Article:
Winston Churchill said it best when he wrote - “Writing a book is an adventure: to begin with it is a toy and amusement; then it becomes a master, and than it becomes a tyrant; and the last phase is just as you are about to be reconciled to your servitude - you kill the monster and fling him to the public.”
Writing your first novel is a daunting task. It is a dance; a balancing act between your inner-editor and that part of you that, for some inexplicable reason, wants so badly to put your story down on paper.
I struggled with myself for most of my twenties, including a two year stint in the Peace Corps, where I started and quit twenty different projects. Though I wrote almost every day in my journal and in letters to friends, I could never really get past the inner-editor that kept trashing my stories, in order to write the great American novel that I had anticipated when I’d first arrived in Africa.
I would sit there in the heat of the Namibian desert, banging away on the keys of an old typewriter, romanticizing that the Hemingwayesque setting would somehow provide enough fodder for my imagination and that the book would simply write itself. I’d always make it to about the fifth page before I’d hit a wall and would end up sitting there staring at the blank pages with a despondent and vacuous look in my eyes.
Afraid that I was going to end up a starving writer, I went to graduate school where there was little time to do anything else, but digest and regurgitate esoteric political theories on why dictators preferred briefs over boxers and how this contributed to their bellicose regimes. I was then sidetracked to the second San Francisco gold rush, searching for the next killer app and enough financial freedom to give me the time to write. After the company that I had started went bust I did finally have the time that I needed to write, though not exactly in the way that I’d imagined. I thought that I would be writing my first book on a tropical island with a pina colada in one hand and a pen in the other. Instead I was sitting with my laptop in the corner of a dusty library shushing high school students.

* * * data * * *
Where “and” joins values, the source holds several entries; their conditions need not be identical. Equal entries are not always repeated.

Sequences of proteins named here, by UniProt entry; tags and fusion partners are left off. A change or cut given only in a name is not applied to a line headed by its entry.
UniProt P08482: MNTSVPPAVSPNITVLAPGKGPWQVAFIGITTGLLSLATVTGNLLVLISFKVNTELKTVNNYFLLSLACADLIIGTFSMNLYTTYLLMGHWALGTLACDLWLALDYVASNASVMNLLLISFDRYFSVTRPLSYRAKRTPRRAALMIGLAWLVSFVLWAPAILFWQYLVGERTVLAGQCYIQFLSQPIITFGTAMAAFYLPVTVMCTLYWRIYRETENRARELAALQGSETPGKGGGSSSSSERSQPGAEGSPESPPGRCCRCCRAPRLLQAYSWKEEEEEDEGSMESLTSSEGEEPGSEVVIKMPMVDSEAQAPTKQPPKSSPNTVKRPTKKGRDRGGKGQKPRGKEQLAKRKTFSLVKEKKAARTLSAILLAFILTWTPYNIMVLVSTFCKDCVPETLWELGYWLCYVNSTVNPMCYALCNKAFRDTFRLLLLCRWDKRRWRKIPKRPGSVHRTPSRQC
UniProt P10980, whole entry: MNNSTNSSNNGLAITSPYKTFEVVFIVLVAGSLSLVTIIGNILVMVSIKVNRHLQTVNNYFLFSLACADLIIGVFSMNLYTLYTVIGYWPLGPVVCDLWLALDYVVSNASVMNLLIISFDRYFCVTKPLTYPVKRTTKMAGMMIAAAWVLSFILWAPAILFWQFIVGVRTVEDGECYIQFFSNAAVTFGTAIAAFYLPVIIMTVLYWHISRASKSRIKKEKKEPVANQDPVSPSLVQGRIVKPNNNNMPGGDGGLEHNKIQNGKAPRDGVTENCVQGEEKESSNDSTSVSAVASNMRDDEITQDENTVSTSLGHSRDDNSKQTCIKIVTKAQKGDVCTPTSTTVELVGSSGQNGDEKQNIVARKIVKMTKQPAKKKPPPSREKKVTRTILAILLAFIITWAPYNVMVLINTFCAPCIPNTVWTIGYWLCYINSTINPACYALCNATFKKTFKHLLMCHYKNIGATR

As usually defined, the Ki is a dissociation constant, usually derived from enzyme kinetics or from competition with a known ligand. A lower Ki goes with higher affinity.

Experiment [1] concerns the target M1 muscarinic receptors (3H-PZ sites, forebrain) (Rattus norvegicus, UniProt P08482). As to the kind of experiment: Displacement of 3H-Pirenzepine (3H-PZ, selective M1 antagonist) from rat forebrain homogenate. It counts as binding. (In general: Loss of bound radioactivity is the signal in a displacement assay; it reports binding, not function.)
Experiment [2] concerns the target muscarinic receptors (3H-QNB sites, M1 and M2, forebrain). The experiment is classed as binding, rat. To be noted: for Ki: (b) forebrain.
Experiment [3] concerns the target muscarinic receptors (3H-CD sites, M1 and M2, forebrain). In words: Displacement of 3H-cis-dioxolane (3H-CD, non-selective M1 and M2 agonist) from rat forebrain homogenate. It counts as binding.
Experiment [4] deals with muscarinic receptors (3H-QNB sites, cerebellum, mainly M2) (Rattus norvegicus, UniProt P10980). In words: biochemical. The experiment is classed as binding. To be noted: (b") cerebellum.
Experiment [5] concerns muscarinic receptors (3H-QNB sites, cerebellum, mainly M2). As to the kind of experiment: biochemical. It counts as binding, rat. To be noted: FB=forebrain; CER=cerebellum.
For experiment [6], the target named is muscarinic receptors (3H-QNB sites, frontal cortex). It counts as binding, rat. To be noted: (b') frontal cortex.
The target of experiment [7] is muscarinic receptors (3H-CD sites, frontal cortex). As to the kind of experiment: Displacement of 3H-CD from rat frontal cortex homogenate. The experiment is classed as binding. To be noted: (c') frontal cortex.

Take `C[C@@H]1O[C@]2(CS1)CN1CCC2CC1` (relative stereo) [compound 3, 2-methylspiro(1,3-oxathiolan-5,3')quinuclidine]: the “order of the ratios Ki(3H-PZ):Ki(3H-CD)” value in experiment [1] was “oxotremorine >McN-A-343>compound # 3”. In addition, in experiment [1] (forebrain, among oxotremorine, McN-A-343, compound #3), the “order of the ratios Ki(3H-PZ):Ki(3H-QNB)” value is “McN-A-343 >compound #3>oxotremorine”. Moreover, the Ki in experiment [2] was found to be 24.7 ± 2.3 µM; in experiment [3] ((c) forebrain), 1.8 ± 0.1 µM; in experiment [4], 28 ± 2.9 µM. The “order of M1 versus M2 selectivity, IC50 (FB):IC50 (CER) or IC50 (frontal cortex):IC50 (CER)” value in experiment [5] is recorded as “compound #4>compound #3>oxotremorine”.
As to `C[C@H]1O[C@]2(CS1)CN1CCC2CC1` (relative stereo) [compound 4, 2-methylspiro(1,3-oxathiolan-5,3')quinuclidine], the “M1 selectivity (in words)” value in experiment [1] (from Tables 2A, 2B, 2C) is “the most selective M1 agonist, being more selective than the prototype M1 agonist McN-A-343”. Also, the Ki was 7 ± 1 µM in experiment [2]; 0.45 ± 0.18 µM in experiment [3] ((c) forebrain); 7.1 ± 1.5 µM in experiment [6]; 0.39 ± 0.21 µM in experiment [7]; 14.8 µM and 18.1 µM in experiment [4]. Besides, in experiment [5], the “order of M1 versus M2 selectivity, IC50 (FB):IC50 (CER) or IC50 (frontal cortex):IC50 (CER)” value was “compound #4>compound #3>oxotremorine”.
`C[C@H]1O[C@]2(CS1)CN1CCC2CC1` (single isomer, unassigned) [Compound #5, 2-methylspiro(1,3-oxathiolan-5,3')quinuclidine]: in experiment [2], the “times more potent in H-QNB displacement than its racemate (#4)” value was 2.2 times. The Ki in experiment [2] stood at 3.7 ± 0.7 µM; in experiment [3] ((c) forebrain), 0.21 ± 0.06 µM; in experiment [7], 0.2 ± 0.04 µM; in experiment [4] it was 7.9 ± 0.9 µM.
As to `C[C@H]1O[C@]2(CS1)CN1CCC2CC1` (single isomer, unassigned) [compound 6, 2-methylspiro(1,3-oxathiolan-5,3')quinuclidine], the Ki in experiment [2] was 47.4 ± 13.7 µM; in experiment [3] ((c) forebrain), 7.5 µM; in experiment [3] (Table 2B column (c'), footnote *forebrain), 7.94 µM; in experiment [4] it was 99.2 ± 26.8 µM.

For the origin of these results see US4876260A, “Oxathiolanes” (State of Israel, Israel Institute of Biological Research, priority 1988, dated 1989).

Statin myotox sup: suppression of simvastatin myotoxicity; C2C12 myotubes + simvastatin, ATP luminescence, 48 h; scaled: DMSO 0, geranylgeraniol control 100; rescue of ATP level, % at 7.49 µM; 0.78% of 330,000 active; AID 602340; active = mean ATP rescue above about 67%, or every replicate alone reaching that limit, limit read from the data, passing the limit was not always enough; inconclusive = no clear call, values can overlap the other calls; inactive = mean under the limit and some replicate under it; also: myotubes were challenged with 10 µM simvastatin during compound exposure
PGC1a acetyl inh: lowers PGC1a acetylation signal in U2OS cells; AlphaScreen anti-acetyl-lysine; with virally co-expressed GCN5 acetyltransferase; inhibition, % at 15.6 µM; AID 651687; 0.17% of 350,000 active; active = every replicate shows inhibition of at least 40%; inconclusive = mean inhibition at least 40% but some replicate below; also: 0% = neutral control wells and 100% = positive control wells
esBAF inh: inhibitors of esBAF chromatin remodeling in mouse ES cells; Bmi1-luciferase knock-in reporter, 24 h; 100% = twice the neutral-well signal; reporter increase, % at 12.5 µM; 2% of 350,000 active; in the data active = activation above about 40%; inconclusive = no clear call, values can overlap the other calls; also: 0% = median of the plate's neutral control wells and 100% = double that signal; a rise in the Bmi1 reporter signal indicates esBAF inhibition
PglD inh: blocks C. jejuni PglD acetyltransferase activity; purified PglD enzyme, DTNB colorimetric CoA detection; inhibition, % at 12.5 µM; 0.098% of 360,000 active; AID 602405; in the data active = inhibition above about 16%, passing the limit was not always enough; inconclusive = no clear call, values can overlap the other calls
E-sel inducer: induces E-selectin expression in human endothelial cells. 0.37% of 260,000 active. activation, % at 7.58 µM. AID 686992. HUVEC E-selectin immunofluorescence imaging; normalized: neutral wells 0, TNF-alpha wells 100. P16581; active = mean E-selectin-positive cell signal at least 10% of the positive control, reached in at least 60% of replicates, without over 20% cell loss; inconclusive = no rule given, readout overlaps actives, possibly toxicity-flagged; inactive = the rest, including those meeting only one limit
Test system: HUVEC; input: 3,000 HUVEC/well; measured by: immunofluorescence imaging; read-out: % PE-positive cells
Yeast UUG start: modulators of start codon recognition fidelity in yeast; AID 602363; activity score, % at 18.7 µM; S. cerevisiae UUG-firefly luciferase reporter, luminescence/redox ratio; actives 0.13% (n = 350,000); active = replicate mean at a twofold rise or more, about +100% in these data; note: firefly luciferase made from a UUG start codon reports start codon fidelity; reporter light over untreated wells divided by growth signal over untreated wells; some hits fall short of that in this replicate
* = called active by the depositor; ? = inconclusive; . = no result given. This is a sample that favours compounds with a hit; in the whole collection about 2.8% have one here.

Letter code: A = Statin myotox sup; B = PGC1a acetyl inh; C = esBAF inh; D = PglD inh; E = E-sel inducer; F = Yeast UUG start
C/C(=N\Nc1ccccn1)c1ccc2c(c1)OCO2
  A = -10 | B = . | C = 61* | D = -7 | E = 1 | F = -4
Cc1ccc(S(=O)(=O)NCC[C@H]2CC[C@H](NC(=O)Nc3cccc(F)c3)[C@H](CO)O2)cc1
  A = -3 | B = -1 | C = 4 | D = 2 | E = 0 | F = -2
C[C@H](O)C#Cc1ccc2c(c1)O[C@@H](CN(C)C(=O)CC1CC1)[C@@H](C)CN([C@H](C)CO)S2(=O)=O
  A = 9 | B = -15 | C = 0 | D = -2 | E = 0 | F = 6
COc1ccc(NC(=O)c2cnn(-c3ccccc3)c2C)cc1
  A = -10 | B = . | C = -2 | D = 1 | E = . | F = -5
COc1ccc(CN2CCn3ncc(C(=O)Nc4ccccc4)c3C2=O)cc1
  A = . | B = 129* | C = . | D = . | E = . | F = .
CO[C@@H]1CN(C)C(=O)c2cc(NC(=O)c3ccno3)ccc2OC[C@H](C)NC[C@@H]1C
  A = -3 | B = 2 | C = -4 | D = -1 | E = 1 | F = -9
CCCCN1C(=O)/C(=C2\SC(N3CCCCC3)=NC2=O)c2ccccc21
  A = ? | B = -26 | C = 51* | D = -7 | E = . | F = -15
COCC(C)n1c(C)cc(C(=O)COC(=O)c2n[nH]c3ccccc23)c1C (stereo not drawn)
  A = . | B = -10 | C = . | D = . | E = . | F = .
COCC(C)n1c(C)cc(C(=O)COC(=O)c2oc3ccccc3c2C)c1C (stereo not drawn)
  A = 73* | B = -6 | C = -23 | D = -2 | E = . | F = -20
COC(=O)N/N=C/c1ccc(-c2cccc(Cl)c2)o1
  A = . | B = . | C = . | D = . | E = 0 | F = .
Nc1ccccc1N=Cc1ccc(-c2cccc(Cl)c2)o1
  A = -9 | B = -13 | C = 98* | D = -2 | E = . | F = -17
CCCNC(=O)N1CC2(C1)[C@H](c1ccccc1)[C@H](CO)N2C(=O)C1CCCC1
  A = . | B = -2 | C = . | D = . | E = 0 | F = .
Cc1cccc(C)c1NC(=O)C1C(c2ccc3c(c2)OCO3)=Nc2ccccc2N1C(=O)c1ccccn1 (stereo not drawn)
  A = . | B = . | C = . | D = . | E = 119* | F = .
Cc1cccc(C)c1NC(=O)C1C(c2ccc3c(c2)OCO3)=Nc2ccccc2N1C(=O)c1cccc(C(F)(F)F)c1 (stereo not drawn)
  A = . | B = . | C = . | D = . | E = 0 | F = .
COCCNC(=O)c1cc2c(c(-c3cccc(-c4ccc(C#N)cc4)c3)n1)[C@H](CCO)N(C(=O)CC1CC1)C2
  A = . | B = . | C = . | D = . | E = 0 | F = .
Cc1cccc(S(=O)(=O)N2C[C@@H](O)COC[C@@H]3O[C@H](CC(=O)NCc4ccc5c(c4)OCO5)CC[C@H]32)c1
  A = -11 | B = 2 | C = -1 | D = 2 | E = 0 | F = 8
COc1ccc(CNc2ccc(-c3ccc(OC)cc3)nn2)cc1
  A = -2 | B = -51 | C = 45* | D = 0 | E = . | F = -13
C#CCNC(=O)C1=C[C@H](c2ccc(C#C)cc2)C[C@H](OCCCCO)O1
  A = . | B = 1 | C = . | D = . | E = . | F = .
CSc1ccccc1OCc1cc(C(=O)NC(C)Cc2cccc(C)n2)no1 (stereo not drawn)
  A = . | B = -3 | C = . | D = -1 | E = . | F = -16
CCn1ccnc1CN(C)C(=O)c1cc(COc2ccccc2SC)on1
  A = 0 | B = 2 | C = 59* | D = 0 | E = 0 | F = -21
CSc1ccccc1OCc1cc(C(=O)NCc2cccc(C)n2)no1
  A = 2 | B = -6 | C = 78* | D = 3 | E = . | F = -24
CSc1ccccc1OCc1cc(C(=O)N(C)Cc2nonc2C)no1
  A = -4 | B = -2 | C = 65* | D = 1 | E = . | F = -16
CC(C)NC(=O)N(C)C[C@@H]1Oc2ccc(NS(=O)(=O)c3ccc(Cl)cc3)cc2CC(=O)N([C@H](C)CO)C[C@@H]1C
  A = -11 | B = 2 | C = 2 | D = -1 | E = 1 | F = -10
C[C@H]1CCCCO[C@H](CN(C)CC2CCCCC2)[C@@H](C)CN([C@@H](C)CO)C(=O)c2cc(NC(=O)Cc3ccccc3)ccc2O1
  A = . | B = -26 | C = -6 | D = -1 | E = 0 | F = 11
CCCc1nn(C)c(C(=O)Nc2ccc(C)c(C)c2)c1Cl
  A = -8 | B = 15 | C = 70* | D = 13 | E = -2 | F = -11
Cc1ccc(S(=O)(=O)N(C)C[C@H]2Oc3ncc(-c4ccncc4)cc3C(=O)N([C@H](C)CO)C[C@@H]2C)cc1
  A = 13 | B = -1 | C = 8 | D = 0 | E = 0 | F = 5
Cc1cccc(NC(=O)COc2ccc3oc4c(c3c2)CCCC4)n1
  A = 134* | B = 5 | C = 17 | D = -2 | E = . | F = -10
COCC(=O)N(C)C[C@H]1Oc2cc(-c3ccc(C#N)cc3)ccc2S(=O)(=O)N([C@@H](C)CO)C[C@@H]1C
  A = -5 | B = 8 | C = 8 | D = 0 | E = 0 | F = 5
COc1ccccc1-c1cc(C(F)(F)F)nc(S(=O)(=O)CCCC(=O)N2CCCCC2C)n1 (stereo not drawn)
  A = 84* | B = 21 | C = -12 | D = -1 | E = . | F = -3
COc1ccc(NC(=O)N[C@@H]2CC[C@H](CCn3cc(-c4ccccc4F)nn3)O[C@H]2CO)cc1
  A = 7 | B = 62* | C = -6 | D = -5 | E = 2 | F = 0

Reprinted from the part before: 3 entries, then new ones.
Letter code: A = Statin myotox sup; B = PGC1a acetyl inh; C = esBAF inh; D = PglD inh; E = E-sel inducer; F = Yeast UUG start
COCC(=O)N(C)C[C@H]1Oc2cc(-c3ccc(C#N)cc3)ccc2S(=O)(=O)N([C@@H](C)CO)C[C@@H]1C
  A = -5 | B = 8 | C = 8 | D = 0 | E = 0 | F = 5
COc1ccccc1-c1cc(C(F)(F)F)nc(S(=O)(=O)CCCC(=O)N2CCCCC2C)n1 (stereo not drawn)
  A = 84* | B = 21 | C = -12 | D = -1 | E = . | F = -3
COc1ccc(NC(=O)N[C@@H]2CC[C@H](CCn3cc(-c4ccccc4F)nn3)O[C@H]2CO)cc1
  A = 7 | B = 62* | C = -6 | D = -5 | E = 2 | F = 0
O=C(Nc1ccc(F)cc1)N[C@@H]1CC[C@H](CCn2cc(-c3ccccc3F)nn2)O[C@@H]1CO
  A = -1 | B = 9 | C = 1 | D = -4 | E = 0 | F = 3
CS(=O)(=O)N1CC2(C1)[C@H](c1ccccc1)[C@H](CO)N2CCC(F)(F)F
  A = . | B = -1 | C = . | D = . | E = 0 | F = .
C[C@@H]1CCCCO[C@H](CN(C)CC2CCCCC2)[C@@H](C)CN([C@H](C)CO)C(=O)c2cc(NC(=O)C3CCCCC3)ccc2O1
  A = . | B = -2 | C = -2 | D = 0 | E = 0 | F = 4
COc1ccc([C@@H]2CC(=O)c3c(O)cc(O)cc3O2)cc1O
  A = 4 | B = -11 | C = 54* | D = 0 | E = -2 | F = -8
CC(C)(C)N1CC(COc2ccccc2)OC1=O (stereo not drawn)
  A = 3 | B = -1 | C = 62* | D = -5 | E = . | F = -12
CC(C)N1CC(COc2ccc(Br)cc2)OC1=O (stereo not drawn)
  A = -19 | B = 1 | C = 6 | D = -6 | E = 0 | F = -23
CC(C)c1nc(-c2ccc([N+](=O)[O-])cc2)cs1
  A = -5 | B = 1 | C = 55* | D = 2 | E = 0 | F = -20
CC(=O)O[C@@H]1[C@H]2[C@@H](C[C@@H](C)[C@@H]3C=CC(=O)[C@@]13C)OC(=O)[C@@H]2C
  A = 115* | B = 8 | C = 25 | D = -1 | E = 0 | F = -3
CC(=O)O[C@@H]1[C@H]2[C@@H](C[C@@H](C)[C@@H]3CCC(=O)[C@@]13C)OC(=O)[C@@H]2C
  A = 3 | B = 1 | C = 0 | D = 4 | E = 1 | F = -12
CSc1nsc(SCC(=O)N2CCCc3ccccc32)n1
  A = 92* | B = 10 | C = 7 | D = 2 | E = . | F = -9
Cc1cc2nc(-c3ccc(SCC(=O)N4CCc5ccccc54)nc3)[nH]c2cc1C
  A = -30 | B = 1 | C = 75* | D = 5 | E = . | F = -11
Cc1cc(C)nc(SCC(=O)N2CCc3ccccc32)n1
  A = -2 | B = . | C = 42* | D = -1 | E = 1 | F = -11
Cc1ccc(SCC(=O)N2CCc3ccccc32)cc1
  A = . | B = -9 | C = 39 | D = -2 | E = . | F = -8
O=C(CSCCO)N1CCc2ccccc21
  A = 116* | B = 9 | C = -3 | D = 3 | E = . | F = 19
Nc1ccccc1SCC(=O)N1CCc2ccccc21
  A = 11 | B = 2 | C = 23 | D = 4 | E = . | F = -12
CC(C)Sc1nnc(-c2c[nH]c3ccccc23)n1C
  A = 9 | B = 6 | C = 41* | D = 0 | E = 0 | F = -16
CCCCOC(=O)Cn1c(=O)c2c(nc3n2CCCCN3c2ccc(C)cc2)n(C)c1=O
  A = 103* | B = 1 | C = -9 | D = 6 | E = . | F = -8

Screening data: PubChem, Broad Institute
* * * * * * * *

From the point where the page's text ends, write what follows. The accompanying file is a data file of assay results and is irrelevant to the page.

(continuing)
I’ve always said that I hate writing, but I love having written. I thought that writers were supposed to be inspired by the wild lives that they led or the fabulous friends that they had, but instead the tedium and the boredom of the process had always frustrated me. But faced with unemployment and unsure of what I was doing with my life I started to write again.
Writing my first novel gave me the opportunity to figure out my process and what I learned was that, rather than waiting around for inspiration to show up, you just have to slog through the boredom, frustration and tedium to get to your story. What I was surprised to learn was just how much of being able to write well was just showing up every day, writing badly and learning to accept it.
I’ve learned that what works for me is just sitting down at the keyboard and writing as much as I can for as long as I can. Doing this keeps my inner-editor at bay. What I usually come out with is a series of unintelligible sentences, dropped modifiers, and grammar errors that would make a 3rd grader wince. But when I start sifting through the wreckage of overwrought verbiage and discordant tenses I find a few gems that I read over and over again with great satisfaction.
The beauty of writing is that it is a very forgiving medium to work in. The writer, unlike the sculptor, painter, or woodworker can discard, reassemble and rework caricatures.
Writing my first novel has also been a lot about overcoming my personal insecurities. Since writing has been the only thing in school that I truly excelled at I was always looking for external validation from it. I was terrified that if people didn’t immediately find my prose pithy and delightful that I might suffer a debilitating brain aneurysm and lose my ability to write altogether.
So much of writing the first book was getting over myself and my ego letting go and realizing that people would both love and hate my work.
It’s more than two years and 68,000 words later, and my book has finally come to fruition. Now in a last act of faith I fling it to the public and I am filled with both trepidation and exhilaration as I watch my baby take its first steps in the world.
The initial reader reviews have been exceedingly kind using words like, inspiring, hilarious and brilliant in its description. For this I breathe a sigh of relief, but I know that other less praising words are likely to be used as well and I’ve learned to be okay with that.
So get that novel out of you even if is terrible. At least it will give you the opportunity to slay that monster within.